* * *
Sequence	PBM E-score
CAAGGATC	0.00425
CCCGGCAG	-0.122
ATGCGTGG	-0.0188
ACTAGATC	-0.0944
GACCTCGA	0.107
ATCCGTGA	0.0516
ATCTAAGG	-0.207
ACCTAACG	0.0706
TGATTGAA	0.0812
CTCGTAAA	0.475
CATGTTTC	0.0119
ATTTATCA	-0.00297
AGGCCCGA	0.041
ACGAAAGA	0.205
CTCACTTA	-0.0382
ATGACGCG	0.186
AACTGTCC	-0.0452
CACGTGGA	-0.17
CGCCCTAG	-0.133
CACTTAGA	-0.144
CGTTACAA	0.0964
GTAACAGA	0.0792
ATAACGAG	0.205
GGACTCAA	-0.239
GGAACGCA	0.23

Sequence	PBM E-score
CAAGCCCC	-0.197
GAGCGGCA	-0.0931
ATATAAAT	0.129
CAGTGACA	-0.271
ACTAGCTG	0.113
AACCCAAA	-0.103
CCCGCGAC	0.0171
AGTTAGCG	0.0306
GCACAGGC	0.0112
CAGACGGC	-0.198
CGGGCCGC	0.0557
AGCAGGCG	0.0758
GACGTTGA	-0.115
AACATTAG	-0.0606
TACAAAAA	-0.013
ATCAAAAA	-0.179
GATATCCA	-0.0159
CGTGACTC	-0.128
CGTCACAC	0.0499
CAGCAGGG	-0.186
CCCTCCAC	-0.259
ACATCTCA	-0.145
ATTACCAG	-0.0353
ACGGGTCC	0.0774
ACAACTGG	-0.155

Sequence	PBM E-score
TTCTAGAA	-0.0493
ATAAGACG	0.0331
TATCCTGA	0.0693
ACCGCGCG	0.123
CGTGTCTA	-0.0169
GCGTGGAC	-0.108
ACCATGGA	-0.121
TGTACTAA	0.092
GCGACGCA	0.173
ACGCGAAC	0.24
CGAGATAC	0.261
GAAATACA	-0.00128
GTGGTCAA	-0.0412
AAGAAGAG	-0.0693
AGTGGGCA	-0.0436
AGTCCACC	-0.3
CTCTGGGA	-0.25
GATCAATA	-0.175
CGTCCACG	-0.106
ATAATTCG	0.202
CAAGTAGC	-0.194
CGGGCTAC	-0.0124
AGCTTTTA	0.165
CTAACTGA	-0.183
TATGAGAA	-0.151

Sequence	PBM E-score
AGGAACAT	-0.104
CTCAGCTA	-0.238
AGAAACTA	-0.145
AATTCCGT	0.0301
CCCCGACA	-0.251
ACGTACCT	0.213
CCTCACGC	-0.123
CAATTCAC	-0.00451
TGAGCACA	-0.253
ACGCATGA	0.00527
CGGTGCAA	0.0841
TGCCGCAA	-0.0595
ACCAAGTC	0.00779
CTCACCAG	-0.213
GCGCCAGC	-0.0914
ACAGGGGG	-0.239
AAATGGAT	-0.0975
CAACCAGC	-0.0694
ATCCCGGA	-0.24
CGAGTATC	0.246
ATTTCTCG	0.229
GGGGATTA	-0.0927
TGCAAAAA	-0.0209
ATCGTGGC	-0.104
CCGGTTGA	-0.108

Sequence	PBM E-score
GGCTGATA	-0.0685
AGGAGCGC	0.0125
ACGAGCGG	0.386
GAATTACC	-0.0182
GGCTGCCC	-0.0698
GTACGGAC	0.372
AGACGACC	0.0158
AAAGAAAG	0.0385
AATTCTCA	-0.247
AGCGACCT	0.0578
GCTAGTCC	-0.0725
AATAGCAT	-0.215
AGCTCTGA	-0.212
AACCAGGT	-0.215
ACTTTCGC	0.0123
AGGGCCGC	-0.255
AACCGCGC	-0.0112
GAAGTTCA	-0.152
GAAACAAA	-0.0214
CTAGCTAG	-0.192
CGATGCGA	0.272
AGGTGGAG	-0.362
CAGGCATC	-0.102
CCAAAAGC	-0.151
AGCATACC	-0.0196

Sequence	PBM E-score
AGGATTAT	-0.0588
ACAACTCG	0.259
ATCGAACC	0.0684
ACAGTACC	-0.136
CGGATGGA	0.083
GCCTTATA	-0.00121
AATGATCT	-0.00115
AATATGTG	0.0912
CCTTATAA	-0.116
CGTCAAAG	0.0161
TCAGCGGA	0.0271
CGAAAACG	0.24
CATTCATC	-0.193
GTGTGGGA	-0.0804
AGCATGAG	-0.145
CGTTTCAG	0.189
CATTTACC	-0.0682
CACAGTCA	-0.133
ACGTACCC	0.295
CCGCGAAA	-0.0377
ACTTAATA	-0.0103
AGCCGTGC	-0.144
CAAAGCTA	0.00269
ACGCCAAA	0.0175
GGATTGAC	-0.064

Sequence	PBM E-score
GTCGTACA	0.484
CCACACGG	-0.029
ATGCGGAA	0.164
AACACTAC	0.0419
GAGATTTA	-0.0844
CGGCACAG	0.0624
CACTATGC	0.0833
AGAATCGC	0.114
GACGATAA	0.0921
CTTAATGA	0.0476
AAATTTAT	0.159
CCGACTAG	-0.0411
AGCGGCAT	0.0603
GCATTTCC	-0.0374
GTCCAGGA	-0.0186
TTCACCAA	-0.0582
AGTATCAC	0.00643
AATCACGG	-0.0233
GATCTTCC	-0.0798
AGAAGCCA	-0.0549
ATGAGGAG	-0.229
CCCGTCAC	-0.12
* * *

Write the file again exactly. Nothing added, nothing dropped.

Sequence	PBM E-score
CAAGGATC	0.00425
CCCGGCAG	-0.122
ATGCGTGG	-0.0188
ACTAGATC	-0.0944
GACCTCGA	0.107
ATCCGTGA	0.0516
ATCTAAGG	-0.207
ACCTAACG	0.0706
TGATTGAA	0.0812
CTCGTAAA	0.475
CATGTTTC	0.0119
ATTTATCA	-0.00297
AGGCCCGA	0.041
ACGAAAGA	0.205
CTCACTTA	-0.0382
ATGACGCG	0.186
AACTGTCC	-0.0452
CACGTGGA	-0.17
CGCCCTAG	-0.133
CACTTAGA	-0.144
CGTTACAA	0.0964
GTAACAGA	0.0792
ATAACGAG	0.205
GGACTCAA	-0.239
GGAACGCA	0.23

Sequence	PBM E-score
CAAGCCCC	-0.197
GAGCGGCA	-0.0931
ATATAAAT	0.129
CAGTGACA	-0.271
ACTAGCTG	0.113
AACCCAAA	-0.103
CCCGCGAC	0.0171
AGTTAGCG	0.0306
GCACAGGC	0.0112
CAGACGGC	-0.198
CGGGCCGC	0.0557
AGCAGGCG	0.0758
GACGTTGA	-0.115
AACATTAG	-0.0606
TACAAAAA	-0.013
ATCAAAAA	-0.179
GATATCCA	-0.0159
CGTGACTC	-0.128
CGTCACAC	0.0499
CAGCAGGG	-0.186
CCCTCCAC	-0.259
ACATCTCA	-0.145
ATTACCAG	-0.0353
ACGGGTCC	0.0774
ACAACTGG	-0.155

Sequence	PBM E-score
TTCTAGAA	-0.0493
ATAAGACG	0.0331
TATCCTGA	0.0693
ACCGCGCG	0.123
CGTGTCTA	-0.0169
GCGTGGAC	-0.108
ACCATGGA	-0.121
TGTACTAA	0.092
GCGACGCA	0.173
ACGCGAAC	0.24
CGAGATAC	0.261
GAAATACA	-0.00128
GTGGTCAA	-0.0412
AAGAAGAG	-0.0693
AGTGGGCA	-0.0436
AGTCCACC	-0.3
CTCTGGGA	-0.25
GATCAATA	-0.175
CGTCCACG	-0.106
ATAATTCG	0.202
CAAGTAGC	-0.194
CGGGCTAC	-0.0124
AGCTTTTA	0.165
CTAACTGA	-0.183
TATGAGAA	-0.151

Sequence	PBM E-score
AGGAACAT	-0.104
CTCAGCTA	-0.238
AGAAACTA	-0.145
AATTCCGT	0.0301
CCCCGACA	-0.251
ACGTACCT	0.213
CCTCACGC	-0.123
CAATTCAC	-0.00451
TGAGCACA	-0.253
ACGCATGA	0.00527
CGGTGCAA	0.0841
TGCCGCAA	-0.0595
ACCAAGTC	0.00779
CTCACCAG	-0.213
GCGCCAGC	-0.0914
ACAGGGGG	-0.239
AAATGGAT	-0.0975
CAACCAGC	-0.0694
ATCCCGGA	-0.24
CGAGTATC	0.246
ATTTCTCG	0.229
GGGGATTA	-0.0927
TGCAAAAA	-0.0209
ATCGTGGC	-0.104
CCGGTTGA	-0.108

Sequence	PBM E-score
GGCTGATA	-0.0685
AGGAGCGC	0.0125
ACGAGCGG	0.386
GAATTACC	-0.0182
GGCTGCCC	-0.0698
GTACGGAC	0.372
AGACGACC	0.0158
AAAGAAAG	0.0385
AATTCTCA	-0.247
AGCGACCT	0.0578
GCTAGTCC	-0.0725
AATAGCAT	-0.215
AGCTCTGA	-0.212
AACCAGGT	-0.215
ACTTTCGC	0.0123
AGGGCCGC	-0.255
AACCGCGC	-0.0112
GAAGTTCA	-0.152
GAAACAAA	-0.0214
CTAGCTAG	-0.192
CGATGCGA	0.272
AGGTGGAG	-0.362
CAGGCATC	-0.102
CCAAAAGC	-0.151
AGCATACC	-0.0196

Sequence	PBM E-score
AGGATTAT	-0.0588
ACAACTCG	0.259
ATCGAACC	0.0684
ACAGTACC	-0.136
CGGATGGA	0.083
GCCTTATA	-0.00121
AATGATCT	-0.00115
AATATGTG	0.0912
CCTTATAA	-0.116
CGTCAAAG	0.0161
TCAGCGGA	0.0271
CGAAAACG	0.24
CATTCATC	-0.193
GTGTGGGA	-0.0804
AGCATGAG	-0.145
CGTTTCAG	0.189
CATTTACC	-0.0682
CACAGTCA	-0.133
ACGTACCC	0.295
CCGCGAAA	-0.0377
ACTTAATA	-0.0103
AGCCGTGC	-0.144
CAAAGCTA	0.00269
ACGCCAAA	0.0175
GGATTGAC	-0.064

Sequence	PBM E-score
GTCGTACA	0.484
CCACACGG	-0.029
ATGCGGAA	0.164
AACACTAC	0.0419
GAGATTTA	-0.0844
CGGCACAG	0.0624
CACTATGC	0.0833
AGAATCGC	0.114
GACGATAA	0.0921
CTTAATGA	0.0476
AAATTTAT	0.159
CCGACTAG	-0.0411
AGCGGCAT	0.0603
GCATTTCC	-0.0374
GTCCAGGA	-0.0186
TTCACCAA	-0.0582
AGTATCAC	0.00643
AATCACGG	-0.0233
GATCTTCC	-0.0798
AGAAGCCA	-0.0549
ATGAGGAG	-0.229
CCCGTCAC	-0.12